A new autonomous lab being built in the University of Toronto’s Leslie Dan Faculty of Pharmacy will help to design and optimize formulations that will improve bioavailability, stability and efficacy of a variety of drugs, according to a recent article by Education News Canada.
Christine Allen, a professor in the faculty whose research focuses on drug development and disease diagnostics, is co-leading the lab with Frank Gu, a professor in the department of chemical engineering and applied chemistry in the Faculty of Applied Science & Engineering.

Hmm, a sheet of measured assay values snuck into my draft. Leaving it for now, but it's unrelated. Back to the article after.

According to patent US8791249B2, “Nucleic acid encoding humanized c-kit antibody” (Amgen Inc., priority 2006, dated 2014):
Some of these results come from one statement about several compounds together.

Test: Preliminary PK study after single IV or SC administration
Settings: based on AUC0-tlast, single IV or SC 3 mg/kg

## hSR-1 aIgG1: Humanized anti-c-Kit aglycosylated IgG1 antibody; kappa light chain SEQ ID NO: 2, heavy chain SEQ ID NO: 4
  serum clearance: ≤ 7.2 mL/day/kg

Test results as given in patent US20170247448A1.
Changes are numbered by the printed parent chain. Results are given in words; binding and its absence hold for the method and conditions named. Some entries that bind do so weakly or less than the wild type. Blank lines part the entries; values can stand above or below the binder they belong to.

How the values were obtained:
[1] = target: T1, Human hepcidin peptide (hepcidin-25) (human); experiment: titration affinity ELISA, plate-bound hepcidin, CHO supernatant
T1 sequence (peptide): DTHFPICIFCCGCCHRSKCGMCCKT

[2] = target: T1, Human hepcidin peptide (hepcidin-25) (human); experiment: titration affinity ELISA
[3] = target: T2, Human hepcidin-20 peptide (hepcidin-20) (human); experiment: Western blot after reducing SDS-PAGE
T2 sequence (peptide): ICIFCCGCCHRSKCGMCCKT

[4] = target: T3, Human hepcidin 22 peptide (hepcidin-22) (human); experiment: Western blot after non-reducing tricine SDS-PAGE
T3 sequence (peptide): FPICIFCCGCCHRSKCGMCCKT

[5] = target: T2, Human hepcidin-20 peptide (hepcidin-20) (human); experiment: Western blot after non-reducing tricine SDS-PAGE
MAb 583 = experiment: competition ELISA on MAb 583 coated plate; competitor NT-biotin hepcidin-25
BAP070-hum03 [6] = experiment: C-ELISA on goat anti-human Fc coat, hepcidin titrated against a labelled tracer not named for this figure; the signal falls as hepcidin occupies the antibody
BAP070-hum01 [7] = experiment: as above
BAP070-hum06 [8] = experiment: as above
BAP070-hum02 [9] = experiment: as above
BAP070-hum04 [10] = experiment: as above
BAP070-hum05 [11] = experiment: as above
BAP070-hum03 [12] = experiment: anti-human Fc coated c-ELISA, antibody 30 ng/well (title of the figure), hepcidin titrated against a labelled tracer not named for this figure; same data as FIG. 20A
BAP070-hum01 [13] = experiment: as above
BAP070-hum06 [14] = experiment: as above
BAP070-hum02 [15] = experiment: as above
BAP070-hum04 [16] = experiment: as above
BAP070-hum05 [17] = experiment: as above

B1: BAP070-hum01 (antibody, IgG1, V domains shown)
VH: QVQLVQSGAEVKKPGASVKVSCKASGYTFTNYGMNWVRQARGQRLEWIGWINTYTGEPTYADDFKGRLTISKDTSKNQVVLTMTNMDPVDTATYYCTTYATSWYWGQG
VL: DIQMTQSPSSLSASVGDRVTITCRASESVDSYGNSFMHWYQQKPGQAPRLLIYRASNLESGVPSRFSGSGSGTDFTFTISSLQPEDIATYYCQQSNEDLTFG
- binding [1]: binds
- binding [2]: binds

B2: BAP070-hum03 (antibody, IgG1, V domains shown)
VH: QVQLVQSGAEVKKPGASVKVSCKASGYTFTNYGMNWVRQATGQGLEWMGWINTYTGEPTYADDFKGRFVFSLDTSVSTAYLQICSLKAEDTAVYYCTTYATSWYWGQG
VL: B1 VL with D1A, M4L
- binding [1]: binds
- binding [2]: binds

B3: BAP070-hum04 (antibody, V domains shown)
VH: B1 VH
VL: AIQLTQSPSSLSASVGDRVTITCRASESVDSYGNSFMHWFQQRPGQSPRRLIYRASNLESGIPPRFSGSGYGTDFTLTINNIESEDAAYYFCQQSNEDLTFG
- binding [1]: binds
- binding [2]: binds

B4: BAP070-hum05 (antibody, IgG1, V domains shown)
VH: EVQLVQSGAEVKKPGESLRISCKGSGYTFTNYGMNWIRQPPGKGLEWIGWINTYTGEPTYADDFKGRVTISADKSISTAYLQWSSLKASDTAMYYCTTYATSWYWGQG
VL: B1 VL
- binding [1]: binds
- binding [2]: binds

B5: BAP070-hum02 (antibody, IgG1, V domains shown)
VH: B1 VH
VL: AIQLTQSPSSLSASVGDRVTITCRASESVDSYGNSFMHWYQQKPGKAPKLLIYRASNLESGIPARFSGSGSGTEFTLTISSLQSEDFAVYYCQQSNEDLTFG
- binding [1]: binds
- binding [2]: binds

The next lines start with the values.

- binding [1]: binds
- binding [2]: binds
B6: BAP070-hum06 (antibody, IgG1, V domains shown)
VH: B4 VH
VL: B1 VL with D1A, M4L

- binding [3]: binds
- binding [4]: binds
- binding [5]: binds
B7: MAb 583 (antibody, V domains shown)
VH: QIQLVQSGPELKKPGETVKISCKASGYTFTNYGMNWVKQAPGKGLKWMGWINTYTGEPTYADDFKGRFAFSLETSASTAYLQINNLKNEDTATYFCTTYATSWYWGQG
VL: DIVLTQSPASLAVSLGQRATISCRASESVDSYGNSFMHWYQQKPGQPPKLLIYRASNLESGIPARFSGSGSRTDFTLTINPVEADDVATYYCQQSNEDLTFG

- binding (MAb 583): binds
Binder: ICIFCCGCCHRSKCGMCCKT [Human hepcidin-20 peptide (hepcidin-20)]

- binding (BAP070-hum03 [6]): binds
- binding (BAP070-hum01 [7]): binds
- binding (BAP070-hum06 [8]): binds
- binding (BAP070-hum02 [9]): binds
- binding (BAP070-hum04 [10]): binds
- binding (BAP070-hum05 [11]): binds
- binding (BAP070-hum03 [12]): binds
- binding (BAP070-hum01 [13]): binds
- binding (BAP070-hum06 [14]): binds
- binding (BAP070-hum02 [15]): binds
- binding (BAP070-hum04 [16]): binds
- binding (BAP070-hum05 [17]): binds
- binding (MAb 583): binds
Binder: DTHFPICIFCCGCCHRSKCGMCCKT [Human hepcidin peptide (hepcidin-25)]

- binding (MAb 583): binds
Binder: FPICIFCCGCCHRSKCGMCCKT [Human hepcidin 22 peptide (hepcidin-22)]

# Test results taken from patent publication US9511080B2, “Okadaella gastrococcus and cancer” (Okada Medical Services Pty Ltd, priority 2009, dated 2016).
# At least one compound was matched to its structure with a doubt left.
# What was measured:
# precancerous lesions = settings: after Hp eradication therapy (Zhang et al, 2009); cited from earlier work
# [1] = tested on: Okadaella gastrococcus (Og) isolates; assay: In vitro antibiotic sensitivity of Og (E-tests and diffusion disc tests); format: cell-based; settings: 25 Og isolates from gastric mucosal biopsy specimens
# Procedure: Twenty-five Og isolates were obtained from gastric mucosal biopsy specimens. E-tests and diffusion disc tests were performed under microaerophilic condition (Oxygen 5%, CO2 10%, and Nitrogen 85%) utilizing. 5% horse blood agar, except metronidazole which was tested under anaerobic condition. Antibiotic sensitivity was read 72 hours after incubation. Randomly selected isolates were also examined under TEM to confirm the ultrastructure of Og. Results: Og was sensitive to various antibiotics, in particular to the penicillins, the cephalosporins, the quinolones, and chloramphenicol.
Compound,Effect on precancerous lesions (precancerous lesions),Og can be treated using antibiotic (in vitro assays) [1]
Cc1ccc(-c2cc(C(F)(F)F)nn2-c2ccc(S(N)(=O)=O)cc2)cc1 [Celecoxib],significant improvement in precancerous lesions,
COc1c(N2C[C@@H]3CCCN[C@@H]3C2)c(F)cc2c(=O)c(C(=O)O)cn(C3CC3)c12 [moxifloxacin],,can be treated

“I see huge potential for artificial intelligence (AI), machine learning and automation in pharmaceutical sciences, for formulations and beyond,” says Allen, an expert in drug formulations.
“The world is finally understanding the impact of formulation technology and how powerful it is. Now we can marry that technology with AI and machine learning, so we’re kind of unstoppable.”
The new facility is known as a ‘self-driving’ lab because it uses AI, automation and advanced computing to test different combinations of materials and iteratively develop the best formulations. This approach will allow researchers to evaluate a much larger number of materials, significantly reducing both the cost and time required to identify a new drug formulation.